Energy Firm and CEO Get $1.1 Million Penalty on Fraud
Extreme Energy Solutions Inc. (EES) and its president and CEO, Samuel Burlum, have been ordered to pay a $1.1 million civil penalty by the New Jersey Bureau of Securities after the agency found that Burlum and the company engaged in the fraudulent sale of unregistered stock, warrants and promissory notes, and misled investors through false statements and omissions of material fact, among other violations.
According to the agency, Ogdensburg-based EES claims to be a green technology research company as well as an installation facility for emission reduction devices. It offers for sale and installation a device called the SMART Emissions Reducer, formerly known as the InterCharger, that is supposed to reduce automobile emissions and increases motor fuel efficiency.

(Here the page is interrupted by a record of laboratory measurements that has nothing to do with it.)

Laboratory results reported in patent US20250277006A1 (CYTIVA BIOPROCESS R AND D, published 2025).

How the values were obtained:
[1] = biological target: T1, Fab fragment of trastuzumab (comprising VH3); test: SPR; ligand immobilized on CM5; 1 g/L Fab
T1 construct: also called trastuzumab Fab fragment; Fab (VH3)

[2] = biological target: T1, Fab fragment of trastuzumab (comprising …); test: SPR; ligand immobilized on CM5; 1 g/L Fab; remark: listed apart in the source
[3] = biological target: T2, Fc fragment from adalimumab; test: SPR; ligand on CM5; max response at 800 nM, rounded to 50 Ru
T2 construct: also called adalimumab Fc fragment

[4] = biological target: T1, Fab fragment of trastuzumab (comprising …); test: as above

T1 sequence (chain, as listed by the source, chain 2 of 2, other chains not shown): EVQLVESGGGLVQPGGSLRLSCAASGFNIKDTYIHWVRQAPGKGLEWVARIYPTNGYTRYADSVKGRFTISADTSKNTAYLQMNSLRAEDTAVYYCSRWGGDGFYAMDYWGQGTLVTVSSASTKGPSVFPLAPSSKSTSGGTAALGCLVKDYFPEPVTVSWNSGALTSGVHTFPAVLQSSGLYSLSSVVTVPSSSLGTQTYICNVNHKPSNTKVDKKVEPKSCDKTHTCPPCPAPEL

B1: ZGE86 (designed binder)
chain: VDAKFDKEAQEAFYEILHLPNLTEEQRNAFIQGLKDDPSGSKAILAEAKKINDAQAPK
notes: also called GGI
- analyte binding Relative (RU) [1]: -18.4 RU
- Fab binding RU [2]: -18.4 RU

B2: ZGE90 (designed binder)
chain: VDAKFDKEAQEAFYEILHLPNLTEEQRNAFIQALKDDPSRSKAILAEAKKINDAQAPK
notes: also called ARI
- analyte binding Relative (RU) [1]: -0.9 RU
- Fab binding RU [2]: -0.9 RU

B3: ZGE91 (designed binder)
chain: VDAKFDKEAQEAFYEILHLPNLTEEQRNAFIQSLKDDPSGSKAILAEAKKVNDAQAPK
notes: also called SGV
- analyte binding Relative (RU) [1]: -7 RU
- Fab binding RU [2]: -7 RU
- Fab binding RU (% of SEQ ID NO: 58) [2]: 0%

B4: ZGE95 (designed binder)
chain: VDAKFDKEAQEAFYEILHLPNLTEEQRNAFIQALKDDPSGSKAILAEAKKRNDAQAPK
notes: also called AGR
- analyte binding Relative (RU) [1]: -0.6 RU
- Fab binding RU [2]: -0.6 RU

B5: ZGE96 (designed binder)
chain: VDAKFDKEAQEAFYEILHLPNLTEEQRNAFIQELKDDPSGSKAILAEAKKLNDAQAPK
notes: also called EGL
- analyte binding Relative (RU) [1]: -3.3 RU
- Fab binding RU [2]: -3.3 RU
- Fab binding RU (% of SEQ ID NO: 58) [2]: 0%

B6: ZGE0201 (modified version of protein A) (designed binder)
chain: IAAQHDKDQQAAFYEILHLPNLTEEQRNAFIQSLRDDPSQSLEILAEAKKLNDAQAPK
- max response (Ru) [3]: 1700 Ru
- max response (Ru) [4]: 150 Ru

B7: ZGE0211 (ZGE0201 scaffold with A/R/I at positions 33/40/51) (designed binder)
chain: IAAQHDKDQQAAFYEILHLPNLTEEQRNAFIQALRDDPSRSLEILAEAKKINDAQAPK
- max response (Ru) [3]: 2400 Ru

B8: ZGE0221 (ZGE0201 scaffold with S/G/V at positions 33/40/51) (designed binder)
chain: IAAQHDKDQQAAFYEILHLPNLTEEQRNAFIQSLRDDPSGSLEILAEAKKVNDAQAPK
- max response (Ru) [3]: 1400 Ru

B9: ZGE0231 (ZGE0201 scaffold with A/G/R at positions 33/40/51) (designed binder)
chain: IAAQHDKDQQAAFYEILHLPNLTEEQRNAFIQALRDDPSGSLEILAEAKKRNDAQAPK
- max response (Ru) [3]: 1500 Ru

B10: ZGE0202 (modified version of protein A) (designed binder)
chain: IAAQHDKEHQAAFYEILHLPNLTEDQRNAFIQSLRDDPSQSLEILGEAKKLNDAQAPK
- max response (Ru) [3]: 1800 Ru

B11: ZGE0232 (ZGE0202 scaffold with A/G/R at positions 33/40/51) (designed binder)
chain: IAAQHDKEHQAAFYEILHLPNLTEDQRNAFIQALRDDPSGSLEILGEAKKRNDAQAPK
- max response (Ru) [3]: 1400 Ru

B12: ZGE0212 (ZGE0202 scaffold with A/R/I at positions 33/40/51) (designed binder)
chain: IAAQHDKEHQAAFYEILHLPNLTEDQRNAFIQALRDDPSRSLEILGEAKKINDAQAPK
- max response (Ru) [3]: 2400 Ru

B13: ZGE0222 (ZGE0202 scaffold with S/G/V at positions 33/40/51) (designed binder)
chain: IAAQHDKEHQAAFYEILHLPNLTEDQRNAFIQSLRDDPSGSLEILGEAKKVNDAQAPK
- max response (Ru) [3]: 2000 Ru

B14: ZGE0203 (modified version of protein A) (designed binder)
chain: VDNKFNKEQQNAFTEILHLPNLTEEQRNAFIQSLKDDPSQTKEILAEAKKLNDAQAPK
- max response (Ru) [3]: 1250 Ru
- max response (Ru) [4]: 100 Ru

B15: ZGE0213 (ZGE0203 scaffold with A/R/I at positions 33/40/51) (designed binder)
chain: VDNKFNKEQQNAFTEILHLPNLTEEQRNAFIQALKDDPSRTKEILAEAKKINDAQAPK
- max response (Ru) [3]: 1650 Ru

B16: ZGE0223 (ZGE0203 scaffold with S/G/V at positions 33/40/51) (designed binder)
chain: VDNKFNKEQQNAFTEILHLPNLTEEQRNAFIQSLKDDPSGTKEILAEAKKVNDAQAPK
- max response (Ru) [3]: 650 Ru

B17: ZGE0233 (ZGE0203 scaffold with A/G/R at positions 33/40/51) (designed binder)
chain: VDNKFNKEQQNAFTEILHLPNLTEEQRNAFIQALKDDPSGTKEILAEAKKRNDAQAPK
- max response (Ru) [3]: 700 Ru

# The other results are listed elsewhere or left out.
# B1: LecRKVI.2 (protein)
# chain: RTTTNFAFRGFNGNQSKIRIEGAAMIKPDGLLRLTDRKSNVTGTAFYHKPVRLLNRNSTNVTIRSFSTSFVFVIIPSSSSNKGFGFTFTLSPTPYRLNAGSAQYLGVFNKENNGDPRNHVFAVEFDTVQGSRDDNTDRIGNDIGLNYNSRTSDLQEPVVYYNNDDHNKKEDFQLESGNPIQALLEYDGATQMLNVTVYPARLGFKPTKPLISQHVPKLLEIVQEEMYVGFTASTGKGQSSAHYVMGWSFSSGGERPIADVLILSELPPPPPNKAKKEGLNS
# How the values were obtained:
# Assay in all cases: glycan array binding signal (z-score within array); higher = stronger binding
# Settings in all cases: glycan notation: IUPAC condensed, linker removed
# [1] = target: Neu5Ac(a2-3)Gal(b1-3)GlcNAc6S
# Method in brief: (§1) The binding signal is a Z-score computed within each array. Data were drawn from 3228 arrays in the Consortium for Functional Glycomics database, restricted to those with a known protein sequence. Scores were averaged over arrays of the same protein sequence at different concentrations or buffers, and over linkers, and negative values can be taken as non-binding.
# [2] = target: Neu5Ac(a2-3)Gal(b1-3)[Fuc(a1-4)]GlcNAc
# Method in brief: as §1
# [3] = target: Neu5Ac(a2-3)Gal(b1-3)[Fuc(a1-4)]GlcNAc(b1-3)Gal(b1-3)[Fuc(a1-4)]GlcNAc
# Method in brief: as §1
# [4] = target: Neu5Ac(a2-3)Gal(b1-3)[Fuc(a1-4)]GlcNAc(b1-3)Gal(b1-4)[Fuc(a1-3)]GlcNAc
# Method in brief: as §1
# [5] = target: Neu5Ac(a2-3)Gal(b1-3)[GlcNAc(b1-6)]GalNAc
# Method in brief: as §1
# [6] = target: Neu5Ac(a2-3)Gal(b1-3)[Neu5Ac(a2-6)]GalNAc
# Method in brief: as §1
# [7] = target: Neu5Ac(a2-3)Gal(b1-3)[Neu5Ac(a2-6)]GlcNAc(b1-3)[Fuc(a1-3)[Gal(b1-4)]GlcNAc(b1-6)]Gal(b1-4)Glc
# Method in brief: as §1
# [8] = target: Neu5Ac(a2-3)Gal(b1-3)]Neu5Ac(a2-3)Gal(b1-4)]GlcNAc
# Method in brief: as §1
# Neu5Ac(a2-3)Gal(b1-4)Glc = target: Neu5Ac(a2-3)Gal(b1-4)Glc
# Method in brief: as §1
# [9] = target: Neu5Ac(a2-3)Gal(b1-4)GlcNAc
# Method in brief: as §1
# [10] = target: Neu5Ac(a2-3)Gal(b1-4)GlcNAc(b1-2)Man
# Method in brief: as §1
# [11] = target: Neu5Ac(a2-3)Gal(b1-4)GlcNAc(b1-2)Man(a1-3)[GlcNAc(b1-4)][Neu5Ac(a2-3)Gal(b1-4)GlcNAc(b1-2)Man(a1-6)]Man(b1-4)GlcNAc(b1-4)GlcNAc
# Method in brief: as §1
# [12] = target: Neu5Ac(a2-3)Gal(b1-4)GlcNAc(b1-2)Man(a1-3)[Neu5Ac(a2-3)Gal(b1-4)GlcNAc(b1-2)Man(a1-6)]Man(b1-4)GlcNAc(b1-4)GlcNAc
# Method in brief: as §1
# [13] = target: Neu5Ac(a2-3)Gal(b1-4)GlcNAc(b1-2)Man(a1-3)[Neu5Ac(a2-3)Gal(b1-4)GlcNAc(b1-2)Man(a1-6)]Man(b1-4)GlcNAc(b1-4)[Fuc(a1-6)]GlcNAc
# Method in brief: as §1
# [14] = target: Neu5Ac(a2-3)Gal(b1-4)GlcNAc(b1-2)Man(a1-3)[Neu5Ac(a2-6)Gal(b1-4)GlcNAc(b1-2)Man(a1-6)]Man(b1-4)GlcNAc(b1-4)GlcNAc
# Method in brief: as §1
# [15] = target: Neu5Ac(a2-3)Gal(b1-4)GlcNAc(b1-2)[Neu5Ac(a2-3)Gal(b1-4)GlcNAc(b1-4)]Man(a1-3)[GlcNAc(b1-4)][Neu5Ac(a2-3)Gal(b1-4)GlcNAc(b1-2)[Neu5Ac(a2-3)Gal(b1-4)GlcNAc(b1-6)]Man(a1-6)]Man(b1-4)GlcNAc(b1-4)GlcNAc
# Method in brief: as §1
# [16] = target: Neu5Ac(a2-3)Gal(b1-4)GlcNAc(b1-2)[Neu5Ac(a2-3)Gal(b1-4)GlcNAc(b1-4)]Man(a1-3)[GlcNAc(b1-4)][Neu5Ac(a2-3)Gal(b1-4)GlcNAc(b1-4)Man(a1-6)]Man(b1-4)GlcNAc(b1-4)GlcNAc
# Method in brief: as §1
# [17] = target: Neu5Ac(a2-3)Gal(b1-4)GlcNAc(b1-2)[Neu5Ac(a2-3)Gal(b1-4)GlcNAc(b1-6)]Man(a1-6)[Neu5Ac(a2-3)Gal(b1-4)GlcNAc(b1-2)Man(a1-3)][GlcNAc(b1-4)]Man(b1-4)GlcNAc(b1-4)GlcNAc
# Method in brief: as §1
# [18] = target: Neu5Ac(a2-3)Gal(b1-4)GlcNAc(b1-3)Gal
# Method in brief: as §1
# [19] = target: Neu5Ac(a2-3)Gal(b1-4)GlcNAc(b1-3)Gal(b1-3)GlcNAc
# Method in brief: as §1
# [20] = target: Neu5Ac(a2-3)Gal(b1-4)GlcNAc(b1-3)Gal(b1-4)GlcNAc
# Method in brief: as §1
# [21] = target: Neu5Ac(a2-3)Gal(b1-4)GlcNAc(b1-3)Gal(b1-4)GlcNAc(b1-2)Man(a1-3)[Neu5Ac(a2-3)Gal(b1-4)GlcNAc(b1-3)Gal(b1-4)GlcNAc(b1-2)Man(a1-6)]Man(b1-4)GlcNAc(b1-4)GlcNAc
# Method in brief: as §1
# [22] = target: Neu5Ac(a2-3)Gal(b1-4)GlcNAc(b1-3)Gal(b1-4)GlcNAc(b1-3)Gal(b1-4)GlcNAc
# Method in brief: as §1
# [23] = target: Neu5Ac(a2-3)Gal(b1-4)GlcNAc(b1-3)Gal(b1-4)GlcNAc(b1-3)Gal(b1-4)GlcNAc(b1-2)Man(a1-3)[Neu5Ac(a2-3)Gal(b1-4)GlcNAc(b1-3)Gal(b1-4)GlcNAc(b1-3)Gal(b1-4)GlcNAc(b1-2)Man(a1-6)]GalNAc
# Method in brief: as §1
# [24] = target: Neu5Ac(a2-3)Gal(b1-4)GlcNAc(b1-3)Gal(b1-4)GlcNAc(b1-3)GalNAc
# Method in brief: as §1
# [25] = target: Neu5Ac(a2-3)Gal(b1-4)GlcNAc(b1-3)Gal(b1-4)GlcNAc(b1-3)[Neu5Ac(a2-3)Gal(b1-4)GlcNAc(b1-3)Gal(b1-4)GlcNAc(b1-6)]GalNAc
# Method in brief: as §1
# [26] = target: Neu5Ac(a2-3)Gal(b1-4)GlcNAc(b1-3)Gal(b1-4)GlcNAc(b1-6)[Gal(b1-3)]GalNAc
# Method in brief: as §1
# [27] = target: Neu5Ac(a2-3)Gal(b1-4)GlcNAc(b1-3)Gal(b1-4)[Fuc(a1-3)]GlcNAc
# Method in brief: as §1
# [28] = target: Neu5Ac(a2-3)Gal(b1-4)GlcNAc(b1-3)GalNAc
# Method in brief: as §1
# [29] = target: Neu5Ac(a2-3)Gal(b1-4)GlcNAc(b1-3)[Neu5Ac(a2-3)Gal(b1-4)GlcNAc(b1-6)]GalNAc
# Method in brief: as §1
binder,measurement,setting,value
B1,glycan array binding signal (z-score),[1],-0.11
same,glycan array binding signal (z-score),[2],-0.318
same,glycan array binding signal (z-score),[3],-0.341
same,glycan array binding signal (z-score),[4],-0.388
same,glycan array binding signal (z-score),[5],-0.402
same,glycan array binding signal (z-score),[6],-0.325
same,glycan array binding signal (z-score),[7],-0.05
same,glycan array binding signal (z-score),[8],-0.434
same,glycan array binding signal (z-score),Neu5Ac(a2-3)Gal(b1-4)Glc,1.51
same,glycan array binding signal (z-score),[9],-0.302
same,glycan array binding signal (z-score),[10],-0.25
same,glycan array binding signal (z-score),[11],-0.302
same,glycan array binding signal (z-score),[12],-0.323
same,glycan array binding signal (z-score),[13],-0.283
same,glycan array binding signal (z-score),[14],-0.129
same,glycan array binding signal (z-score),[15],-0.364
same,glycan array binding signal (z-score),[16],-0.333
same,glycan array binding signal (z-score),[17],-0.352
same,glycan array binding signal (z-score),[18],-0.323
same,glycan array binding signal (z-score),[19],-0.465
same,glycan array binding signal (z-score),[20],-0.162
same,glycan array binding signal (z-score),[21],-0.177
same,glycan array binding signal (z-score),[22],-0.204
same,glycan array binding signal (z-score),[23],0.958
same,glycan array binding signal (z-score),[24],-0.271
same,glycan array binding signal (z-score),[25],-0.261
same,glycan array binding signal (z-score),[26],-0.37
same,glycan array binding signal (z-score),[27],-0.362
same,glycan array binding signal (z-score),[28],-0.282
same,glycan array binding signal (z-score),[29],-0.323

However, Burlum parlayed his membership in a group called the Global Information Network to find prospective investors. GIM, currently an Illinois-based organization, describes itself as a “unique success club” whose members help each other achieve wealth, gain financial freedom, experience dynamic health, and reach high levels of overall emotional well-being.
In an affinity fraud scheme, from at least March 2011 through August 2014, Burlum and EES sold at least $2.8 million worth of unregistered securities through the fraudulent offer and sale of EES common stock, common stock purchase warrants, and promissory notes to at least 225 investors, many of whom were members of the network.
Investors’ purchases were solicited through false representations about the company’s value, including that it was preparing for an initial public offering and had turned down a $300 million purchase offer.
Burlum and EES have been ordered to pay a $1,125,000 civil penalty.
Check out SEC Brought ‘Record’ 755 Enforcement Actions in 2014 on ThinkAdvisor.